Thursday, October 31, 2013
Upon reflection, Judge Traynor may have had it right when he wrote:
Words, however, do not have absolute and constant referents. "A word is a symbol of thought but has no arbitrary and fixed meaning like a symbol of algebra or chemistry, ..." * * * The meaning of particular words or groups of words varies with the "... verbal context and surrounding circumstances and purposes in view of the linguistic education and experience of their users and their hearers or readers (not excluding judges). ... A word has no meaning apart from these factors; much less does it have an objective meaning, one true meaning."
I say this because, today, I learned what "chicken" apparently means in one specific context in Suffolk County, New York. You don't suppose that this is was what Frigaliment and B.N.S. meant by "chicken"?
[Meredith R. Miller]
According to this scary report from National Public Radio, children are not entirely rational. Well, perhaps we should not overstate the conclusions one can draw based on the relevant research. Children are only boundedly rational when it comes to Halloween candy.
A psychologist at Dartmouth College discovered that children were happier when they got a candy bar than they were when they got a candy bar and a piece of gum. This research calls into question our earlier assumption that more is better.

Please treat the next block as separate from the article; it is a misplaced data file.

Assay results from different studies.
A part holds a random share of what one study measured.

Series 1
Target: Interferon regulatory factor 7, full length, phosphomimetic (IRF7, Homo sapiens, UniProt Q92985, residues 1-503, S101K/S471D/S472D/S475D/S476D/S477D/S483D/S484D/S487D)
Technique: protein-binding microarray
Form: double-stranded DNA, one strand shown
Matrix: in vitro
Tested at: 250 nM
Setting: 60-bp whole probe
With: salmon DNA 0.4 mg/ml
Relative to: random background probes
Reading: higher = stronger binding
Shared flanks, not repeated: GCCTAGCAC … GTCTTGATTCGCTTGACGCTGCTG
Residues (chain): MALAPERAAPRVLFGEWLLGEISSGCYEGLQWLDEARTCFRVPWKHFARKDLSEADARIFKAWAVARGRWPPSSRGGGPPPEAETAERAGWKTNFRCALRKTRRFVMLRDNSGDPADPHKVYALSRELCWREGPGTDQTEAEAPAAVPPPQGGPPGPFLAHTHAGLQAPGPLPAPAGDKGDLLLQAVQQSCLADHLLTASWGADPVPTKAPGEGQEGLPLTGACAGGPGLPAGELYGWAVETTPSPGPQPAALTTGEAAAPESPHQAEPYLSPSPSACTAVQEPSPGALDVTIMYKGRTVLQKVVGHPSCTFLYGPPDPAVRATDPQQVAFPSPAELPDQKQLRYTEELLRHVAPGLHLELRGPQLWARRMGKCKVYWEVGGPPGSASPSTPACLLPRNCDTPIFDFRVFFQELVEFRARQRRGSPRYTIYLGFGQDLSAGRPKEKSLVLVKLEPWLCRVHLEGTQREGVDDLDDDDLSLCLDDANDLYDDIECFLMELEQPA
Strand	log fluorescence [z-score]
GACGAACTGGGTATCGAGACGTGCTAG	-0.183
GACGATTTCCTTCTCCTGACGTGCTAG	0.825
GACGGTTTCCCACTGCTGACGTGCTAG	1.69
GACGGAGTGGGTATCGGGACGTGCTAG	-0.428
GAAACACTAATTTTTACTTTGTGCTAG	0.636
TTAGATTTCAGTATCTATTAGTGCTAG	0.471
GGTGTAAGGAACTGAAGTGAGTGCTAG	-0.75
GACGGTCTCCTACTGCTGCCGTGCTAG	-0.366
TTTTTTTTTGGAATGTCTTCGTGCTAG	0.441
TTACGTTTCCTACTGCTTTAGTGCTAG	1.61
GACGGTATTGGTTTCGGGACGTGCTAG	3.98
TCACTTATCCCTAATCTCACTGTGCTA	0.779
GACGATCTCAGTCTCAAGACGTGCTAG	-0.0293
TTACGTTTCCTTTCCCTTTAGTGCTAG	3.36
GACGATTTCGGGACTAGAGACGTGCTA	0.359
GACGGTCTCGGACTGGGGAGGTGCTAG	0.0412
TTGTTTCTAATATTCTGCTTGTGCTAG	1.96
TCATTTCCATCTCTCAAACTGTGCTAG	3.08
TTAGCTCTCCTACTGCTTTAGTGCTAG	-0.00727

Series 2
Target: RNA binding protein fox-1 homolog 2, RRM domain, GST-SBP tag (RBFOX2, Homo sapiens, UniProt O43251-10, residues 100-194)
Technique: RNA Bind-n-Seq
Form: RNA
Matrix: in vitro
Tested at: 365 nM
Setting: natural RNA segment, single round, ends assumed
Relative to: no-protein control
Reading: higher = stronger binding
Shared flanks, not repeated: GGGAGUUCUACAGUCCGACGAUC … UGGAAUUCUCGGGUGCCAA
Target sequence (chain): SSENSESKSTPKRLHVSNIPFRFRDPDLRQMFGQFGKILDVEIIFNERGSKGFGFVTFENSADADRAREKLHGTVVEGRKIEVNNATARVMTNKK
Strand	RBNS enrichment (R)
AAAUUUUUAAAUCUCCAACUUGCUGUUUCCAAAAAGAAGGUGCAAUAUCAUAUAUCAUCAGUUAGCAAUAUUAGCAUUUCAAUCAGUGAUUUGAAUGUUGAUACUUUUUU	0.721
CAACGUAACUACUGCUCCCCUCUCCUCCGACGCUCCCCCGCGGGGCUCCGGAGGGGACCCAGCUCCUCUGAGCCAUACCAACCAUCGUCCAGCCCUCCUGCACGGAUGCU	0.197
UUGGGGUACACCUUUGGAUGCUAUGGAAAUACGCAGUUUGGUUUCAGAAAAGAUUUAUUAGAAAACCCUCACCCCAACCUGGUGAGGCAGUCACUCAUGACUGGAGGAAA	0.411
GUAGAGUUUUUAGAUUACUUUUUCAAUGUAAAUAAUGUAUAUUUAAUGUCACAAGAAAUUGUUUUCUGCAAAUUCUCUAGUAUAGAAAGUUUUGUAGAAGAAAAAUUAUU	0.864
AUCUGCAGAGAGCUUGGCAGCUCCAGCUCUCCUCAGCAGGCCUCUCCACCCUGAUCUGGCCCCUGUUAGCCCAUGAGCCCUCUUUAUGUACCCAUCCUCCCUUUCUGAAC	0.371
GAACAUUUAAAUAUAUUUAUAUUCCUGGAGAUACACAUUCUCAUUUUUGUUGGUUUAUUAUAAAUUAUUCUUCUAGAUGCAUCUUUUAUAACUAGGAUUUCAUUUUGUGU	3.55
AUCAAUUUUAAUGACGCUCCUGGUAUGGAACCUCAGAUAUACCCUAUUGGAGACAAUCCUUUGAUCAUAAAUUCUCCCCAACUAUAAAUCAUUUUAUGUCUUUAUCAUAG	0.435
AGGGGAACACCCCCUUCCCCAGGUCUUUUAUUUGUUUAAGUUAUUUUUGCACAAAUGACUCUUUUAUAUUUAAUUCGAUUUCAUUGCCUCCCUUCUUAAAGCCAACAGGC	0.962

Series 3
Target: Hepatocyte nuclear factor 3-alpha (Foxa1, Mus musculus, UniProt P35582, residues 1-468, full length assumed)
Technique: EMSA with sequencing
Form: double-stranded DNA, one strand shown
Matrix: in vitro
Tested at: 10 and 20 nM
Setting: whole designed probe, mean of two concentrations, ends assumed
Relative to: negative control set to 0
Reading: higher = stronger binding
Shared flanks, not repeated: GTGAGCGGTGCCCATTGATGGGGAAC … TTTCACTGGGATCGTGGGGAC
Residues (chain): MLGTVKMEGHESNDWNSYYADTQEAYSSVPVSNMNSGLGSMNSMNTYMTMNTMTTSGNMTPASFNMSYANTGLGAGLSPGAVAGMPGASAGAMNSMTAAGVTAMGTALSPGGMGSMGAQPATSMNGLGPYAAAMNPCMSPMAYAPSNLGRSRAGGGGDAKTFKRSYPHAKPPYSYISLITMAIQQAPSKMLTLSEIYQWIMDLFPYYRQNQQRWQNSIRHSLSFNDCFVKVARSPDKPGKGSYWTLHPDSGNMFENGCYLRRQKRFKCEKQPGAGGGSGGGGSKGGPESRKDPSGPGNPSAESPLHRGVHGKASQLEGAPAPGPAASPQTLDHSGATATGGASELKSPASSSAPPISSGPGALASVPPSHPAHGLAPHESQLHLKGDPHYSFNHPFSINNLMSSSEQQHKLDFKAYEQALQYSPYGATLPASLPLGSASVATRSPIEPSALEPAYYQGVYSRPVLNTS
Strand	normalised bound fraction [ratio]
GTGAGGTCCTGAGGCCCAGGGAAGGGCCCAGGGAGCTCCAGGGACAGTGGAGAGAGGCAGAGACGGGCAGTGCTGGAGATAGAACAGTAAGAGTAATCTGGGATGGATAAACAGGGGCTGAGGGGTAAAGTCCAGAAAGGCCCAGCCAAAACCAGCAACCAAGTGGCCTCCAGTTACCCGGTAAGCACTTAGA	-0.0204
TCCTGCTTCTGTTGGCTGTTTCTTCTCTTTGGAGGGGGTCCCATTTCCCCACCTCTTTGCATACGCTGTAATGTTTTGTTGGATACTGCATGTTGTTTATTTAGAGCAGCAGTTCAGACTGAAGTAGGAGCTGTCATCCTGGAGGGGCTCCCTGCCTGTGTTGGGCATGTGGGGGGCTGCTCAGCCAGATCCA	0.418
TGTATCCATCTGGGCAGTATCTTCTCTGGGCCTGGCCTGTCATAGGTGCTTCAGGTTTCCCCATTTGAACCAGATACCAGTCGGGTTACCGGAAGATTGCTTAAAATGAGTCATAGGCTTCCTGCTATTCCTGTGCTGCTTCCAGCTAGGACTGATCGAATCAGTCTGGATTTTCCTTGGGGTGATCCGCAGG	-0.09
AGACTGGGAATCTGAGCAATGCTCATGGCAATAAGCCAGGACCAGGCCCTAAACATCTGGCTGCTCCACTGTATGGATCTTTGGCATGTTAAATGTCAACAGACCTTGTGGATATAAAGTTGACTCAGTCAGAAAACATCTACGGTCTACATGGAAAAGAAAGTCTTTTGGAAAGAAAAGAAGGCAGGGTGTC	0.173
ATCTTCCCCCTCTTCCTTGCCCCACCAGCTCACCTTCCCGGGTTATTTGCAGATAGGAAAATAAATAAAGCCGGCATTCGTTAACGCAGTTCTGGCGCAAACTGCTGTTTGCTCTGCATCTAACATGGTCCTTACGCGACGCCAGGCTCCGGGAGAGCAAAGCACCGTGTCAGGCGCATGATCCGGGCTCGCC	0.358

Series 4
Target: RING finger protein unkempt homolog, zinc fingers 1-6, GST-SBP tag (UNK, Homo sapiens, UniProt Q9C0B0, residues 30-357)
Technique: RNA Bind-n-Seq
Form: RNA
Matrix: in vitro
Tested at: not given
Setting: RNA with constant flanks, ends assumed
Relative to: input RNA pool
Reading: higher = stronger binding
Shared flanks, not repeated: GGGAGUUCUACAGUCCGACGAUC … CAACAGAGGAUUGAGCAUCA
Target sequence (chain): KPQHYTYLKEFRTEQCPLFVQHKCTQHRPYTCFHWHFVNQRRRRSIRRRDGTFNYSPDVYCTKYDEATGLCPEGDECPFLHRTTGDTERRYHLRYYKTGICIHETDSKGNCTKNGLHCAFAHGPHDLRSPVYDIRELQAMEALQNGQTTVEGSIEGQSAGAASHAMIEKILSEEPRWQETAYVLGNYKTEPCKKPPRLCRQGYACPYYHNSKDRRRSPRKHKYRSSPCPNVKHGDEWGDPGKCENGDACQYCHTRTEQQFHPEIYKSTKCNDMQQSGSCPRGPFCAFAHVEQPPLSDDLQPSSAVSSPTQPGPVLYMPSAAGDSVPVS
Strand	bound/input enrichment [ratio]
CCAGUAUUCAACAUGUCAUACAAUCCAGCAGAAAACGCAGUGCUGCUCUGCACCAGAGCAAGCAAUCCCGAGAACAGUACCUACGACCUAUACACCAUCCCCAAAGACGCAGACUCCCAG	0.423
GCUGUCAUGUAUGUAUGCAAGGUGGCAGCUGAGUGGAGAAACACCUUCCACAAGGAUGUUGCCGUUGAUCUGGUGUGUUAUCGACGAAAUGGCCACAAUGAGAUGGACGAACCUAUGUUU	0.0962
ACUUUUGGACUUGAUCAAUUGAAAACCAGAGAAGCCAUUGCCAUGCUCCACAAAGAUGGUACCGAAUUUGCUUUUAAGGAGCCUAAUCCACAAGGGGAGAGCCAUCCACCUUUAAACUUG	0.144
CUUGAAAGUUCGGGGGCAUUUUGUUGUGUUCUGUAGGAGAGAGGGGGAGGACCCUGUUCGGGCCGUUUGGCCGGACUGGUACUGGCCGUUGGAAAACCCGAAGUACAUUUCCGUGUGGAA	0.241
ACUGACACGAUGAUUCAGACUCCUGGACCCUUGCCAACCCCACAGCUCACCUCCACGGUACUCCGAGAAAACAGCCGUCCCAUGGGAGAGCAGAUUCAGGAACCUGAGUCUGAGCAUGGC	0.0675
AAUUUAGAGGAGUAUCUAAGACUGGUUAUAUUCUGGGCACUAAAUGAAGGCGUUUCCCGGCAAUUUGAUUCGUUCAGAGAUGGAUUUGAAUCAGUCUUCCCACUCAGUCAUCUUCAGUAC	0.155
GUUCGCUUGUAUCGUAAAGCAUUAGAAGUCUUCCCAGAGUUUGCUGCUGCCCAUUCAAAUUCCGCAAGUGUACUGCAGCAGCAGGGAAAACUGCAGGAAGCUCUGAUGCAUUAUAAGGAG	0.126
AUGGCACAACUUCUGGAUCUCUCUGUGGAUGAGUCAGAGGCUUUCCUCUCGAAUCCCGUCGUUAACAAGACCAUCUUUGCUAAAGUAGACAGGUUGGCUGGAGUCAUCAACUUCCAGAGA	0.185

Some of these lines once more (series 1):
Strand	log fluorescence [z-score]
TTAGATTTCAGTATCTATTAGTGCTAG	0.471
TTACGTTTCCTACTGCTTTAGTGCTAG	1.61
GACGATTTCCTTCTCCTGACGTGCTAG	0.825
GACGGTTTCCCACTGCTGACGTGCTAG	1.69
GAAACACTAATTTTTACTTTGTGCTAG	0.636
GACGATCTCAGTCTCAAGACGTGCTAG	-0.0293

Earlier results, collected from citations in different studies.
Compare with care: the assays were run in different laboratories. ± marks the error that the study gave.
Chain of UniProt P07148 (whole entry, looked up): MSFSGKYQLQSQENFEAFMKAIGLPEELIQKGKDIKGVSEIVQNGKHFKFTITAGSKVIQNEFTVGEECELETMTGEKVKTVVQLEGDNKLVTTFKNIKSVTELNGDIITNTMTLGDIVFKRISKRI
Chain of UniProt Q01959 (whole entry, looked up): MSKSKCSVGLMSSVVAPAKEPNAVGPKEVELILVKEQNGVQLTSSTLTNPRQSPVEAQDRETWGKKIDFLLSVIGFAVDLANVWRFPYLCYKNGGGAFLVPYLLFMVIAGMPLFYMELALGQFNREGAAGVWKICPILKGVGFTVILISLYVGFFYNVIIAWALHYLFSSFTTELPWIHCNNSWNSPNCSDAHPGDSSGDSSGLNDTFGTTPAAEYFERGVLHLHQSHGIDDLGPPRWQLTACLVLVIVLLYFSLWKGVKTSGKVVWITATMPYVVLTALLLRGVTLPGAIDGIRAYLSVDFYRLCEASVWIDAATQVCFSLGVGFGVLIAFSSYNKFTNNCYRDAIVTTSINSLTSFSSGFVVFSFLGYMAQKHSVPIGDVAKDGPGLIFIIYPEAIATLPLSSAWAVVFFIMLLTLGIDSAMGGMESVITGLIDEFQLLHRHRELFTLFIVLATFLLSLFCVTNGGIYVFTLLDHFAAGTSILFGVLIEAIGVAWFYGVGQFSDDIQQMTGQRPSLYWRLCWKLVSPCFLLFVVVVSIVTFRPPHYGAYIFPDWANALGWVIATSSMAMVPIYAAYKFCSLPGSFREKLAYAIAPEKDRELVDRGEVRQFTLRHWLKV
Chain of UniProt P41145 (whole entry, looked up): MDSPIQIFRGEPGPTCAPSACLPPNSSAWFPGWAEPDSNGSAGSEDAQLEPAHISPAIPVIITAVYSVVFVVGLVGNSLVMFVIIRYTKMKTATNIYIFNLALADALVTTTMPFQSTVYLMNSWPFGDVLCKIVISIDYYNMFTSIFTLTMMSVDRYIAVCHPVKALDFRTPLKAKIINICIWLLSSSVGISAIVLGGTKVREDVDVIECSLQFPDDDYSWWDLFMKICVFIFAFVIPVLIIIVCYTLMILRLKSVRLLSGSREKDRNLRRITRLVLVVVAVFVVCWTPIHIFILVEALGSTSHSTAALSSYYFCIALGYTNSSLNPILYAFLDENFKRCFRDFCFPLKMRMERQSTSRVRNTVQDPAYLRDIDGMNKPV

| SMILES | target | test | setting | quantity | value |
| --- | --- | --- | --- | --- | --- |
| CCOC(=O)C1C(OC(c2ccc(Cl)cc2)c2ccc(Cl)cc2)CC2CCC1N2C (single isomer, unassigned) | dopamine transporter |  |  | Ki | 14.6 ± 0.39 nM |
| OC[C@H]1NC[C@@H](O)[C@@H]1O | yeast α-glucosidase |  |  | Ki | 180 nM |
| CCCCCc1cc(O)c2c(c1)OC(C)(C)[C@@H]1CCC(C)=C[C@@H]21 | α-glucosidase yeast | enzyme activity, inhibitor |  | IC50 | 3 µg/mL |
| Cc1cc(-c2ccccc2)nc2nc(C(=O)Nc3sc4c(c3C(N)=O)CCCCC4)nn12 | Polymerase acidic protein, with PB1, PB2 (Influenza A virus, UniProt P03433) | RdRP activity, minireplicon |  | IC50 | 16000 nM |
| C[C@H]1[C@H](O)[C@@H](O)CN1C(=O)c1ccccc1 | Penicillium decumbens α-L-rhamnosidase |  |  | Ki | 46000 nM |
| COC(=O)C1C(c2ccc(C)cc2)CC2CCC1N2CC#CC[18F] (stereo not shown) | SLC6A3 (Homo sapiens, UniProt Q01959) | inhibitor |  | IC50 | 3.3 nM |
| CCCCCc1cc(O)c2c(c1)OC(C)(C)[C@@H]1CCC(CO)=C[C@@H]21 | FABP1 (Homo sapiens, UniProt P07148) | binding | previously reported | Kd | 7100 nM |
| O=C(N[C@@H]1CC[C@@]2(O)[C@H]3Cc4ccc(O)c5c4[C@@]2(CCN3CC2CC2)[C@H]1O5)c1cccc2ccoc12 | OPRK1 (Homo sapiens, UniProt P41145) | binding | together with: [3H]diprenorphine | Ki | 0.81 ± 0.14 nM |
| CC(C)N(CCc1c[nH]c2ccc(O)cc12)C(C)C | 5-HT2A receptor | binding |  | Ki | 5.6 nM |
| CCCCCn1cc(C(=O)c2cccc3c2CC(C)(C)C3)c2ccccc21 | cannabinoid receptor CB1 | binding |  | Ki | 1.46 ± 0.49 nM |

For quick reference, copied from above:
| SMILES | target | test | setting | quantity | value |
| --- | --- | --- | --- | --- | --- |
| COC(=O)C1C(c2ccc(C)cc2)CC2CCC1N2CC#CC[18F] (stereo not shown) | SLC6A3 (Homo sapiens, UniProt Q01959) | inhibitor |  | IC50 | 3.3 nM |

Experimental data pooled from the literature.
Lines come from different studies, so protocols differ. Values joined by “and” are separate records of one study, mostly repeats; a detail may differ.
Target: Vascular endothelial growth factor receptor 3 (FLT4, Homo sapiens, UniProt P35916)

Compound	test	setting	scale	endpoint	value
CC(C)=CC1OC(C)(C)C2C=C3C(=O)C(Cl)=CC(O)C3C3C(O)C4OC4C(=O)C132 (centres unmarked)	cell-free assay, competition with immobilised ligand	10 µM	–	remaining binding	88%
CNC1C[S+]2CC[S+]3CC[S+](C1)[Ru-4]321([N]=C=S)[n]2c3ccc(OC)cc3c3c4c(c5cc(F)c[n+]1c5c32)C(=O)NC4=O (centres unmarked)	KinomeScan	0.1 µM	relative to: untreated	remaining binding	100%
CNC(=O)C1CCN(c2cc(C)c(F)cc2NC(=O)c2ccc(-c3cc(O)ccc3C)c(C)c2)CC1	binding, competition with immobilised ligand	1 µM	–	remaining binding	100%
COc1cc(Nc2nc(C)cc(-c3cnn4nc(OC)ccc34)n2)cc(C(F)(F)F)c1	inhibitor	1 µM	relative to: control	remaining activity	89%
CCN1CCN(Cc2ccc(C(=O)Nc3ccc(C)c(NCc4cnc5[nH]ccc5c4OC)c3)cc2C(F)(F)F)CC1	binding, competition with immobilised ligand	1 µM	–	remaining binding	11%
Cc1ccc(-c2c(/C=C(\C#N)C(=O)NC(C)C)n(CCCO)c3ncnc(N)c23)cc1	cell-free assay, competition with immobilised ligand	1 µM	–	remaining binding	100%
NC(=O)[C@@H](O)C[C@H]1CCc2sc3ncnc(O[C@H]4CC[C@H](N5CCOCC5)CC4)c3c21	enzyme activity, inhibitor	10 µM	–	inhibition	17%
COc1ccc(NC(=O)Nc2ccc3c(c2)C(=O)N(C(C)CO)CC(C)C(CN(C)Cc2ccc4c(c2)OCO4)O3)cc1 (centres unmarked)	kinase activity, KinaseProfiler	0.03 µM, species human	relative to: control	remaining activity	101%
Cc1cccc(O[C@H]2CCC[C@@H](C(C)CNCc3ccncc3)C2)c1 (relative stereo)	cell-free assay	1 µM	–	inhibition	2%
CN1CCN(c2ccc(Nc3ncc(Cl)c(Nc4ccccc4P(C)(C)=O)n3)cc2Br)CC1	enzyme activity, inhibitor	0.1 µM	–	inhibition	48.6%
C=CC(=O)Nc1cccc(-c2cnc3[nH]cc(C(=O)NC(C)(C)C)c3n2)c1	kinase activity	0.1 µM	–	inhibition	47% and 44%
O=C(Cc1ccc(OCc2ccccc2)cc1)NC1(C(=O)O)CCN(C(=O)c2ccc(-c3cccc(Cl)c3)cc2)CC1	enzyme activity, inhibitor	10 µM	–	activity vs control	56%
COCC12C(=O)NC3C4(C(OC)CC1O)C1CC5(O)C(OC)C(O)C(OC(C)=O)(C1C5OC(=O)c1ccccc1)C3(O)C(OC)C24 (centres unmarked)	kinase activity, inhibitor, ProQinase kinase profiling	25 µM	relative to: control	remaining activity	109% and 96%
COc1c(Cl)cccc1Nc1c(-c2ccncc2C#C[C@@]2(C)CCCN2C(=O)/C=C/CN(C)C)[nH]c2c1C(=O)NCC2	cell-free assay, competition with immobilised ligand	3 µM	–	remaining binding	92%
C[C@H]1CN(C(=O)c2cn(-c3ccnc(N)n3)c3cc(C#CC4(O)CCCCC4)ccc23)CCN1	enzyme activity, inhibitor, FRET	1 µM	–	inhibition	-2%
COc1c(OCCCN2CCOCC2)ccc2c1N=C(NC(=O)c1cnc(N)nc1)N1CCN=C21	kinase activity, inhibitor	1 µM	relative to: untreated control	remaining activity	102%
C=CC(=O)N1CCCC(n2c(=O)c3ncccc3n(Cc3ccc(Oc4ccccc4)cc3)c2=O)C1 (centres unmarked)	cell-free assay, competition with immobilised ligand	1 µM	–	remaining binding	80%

And it turns out that, according ot the same NPR report, Halloween candy is not the only realm in which people's responses to experiences can defy our expectations. It turns out that, while colonoscopies are bad, colonoscopies in which a tube is left inserted in the patient for a while, causing additional discomfort, are . . . (if you guessed worse, you're getting colder), at least according to a survey of patients on what they thought of the experience.
The trick (or treat) is to save the best (or the least bad) for last. If y0u are handing out candy tonight, and you don't want to get your house egged back into the stone ages, give the children some prunes, and then as they reach for their mace, offer a candy bar. They will leave happy and nominate you for a Nobel Prize. Similarly, if you are going to perform an invasive procedure on someone, make sure you have something less bad with which to follow it up.
Wednesday, October 30, 2013